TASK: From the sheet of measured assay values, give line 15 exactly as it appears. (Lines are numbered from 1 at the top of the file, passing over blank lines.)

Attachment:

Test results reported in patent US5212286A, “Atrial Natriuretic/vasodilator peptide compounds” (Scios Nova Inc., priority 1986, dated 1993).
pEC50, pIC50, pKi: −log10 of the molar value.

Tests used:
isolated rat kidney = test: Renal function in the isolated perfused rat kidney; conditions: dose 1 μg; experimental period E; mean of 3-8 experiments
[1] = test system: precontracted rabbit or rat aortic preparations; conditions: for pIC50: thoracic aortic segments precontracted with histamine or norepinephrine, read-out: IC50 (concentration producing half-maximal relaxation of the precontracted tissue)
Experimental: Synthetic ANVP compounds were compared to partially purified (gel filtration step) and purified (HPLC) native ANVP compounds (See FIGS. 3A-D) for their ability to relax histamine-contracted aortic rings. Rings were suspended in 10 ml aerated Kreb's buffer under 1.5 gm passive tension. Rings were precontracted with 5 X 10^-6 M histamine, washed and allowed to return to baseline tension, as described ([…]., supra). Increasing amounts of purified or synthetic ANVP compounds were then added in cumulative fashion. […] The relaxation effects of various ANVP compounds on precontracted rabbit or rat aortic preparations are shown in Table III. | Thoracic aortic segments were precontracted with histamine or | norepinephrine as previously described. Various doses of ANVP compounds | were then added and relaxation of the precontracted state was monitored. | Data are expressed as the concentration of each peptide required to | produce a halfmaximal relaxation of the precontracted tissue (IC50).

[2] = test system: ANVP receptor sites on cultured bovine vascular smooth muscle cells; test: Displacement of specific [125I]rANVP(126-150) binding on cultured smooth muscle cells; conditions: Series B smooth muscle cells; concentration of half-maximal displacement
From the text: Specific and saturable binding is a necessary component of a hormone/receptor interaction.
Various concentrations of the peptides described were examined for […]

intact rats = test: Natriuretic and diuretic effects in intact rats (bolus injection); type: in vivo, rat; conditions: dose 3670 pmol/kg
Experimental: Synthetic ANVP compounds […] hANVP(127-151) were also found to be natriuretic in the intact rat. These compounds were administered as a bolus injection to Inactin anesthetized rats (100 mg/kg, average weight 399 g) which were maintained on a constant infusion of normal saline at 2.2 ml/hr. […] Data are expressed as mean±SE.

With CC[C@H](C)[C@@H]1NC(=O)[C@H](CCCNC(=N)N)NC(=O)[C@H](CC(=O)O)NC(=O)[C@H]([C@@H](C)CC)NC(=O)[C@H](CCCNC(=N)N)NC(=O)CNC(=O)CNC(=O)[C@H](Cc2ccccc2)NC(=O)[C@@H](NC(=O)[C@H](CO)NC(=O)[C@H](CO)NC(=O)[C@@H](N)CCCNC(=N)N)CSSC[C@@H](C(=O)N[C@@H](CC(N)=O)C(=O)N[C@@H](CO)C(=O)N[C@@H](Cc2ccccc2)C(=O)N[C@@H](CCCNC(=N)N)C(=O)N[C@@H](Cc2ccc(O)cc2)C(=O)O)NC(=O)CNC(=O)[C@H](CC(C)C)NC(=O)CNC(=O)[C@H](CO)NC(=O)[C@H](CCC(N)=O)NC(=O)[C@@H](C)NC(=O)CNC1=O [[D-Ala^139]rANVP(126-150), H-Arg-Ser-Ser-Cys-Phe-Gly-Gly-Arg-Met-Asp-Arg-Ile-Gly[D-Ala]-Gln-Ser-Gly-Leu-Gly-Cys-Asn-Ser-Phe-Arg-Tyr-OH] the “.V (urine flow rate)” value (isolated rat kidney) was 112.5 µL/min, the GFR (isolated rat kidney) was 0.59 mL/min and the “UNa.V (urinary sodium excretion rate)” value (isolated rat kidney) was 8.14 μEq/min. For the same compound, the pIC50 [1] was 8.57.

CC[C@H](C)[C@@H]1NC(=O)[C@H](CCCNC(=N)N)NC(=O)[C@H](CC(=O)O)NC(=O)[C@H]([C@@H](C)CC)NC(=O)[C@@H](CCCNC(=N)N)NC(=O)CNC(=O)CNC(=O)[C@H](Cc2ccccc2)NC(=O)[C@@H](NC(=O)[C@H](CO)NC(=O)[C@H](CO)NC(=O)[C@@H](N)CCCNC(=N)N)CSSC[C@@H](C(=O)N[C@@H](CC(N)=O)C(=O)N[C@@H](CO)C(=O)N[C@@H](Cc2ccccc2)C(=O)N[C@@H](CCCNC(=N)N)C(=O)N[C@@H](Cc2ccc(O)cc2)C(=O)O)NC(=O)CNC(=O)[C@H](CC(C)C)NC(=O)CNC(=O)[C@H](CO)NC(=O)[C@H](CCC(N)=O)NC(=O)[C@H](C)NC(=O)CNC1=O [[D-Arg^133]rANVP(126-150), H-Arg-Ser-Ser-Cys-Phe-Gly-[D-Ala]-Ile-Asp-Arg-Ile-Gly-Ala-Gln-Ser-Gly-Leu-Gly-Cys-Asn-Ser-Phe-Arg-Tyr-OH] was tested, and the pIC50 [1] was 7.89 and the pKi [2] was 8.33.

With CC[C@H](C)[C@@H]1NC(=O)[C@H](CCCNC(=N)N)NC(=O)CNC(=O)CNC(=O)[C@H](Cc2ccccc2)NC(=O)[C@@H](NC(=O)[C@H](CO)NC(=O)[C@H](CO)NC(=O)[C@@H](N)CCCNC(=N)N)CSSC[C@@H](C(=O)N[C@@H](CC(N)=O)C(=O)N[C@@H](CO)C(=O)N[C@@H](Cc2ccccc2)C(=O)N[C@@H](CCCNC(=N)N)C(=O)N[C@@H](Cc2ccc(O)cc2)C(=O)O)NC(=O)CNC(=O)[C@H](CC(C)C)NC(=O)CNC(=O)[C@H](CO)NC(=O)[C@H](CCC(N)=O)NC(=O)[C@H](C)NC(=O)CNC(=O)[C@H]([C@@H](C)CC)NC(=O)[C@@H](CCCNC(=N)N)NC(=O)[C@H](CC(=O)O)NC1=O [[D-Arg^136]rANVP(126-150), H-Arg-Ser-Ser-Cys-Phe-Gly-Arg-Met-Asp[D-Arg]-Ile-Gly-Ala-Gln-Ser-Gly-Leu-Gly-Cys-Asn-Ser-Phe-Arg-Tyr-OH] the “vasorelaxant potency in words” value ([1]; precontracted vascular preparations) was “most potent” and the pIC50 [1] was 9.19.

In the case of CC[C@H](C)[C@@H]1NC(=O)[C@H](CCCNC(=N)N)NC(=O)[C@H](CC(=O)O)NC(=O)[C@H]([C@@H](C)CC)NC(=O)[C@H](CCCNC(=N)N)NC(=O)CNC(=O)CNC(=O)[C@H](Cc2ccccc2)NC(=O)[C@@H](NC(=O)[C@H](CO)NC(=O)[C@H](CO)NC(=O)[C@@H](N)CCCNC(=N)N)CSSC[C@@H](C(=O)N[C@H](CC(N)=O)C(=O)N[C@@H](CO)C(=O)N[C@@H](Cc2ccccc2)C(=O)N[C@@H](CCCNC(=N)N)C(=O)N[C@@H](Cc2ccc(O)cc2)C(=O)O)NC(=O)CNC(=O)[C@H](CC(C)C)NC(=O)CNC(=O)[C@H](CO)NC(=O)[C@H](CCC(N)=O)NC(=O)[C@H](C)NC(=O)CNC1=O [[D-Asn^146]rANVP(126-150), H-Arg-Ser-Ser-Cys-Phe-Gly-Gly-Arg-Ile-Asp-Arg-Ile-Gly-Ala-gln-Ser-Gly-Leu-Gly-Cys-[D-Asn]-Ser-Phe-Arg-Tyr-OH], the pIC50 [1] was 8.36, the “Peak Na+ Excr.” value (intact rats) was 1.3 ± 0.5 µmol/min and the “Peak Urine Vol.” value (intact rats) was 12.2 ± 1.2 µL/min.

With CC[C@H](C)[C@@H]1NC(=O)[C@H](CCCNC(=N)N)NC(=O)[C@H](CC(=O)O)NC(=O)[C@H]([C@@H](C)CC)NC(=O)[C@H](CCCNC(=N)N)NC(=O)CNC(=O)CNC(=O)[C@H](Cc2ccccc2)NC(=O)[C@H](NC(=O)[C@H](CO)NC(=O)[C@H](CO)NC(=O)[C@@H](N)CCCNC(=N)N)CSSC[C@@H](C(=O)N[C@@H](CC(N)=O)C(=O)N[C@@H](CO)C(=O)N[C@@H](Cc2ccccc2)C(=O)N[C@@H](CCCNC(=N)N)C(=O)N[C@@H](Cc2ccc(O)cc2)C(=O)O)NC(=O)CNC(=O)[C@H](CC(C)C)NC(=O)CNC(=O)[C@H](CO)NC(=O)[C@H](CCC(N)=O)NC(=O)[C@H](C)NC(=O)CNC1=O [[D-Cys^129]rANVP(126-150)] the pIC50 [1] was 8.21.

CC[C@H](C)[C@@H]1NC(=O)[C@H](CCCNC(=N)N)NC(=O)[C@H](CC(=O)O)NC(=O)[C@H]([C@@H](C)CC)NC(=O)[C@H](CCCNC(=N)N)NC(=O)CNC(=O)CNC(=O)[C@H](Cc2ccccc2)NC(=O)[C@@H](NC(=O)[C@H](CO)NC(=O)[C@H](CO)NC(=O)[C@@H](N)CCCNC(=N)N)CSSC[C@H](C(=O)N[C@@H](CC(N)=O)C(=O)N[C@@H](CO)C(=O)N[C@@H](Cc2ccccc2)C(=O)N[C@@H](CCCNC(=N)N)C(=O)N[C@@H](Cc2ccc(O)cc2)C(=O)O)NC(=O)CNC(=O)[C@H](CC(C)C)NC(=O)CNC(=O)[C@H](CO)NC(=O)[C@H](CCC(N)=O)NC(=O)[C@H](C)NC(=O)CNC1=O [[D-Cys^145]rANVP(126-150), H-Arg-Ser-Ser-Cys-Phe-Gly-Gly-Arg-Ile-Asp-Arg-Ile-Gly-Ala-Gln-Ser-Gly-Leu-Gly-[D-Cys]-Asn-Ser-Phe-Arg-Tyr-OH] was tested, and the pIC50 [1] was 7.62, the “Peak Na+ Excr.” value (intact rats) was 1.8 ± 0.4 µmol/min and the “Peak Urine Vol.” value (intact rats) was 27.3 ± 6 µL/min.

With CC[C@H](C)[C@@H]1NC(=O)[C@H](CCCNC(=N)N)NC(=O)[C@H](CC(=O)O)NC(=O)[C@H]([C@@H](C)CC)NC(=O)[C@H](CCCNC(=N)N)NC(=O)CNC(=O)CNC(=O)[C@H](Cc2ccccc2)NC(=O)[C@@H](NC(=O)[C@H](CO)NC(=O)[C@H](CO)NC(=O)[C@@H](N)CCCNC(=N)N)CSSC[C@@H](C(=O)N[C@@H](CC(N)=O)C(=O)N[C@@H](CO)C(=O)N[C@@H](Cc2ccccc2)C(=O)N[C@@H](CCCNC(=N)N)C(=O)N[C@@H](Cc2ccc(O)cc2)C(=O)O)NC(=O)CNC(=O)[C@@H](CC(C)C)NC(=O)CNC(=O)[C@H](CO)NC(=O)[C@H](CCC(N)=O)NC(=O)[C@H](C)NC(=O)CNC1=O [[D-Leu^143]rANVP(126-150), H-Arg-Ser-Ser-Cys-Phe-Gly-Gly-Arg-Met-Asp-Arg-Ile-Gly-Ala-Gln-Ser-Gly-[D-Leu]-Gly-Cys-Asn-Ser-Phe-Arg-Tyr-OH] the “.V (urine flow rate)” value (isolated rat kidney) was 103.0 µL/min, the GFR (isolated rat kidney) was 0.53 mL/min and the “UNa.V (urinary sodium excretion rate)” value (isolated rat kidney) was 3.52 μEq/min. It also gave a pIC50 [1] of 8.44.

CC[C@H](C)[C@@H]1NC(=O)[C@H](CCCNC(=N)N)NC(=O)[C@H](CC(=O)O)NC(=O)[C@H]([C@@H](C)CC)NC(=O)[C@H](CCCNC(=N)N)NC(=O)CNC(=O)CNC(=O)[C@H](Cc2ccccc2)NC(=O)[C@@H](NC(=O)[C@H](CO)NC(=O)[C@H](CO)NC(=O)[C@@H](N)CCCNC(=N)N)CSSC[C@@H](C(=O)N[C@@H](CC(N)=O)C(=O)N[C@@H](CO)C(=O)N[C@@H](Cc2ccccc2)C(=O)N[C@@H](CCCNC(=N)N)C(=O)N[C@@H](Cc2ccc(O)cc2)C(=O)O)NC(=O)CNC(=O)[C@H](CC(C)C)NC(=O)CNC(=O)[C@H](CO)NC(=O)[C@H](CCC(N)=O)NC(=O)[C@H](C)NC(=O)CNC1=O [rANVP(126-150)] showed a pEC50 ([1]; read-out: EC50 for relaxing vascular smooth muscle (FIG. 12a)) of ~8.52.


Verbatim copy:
In the case of CC[C@H](C)[C@@H]1NC(=O)[C@H](CCCNC(=N)N)NC(=O)[C@H](CC(=O)O)NC(=O)[C@H]([C@@H](C)CC)NC(=O)[C@H](CCCNC(=N)N)NC(=O)CNC(=O)CNC(=O)[C@H](Cc2ccccc2)NC(=O)[C@@H](NC(=O)[C@H](CO)NC(=O)[C@H](CO)NC(=O)[C@@H](N)CCCNC(=N)N)CSSC[C@@H](C(=O)N[C@H](CC(N)=O)C(=O)N[C@@H](CO)C(=O)N[C@@H](Cc2ccccc2)C(=O)N[C@@H](CCCNC(=N)N)C(=O)N[C@@H](Cc2ccc(O)cc2)C(=O)O)NC(=O)CNC(=O)[C@H](CC(C)C)NC(=O)CNC(=O)[C@H](CO)NC(=O)[C@H](CCC(N)=O)NC(=O)[C@H](C)NC(=O)CNC1=O [[D-Asn^146]rANVP(126-150), H-Arg-Ser-Ser-Cys-Phe-Gly-Gly-Arg-Ile-Asp-Arg-Ile-Gly-Ala-gln-Ser-Gly-Leu-Gly-Cys-[D-Asn]-Ser-Phe-Arg-Tyr-OH], the pIC50 [1] was 8.36, the “Peak Na+ Excr.” value (intact rats) was 1.3 ± 0.5 µmol/min and the “Peak Urine Vol.” value (intact rats) was 12.2 ± 1.2 µL/min.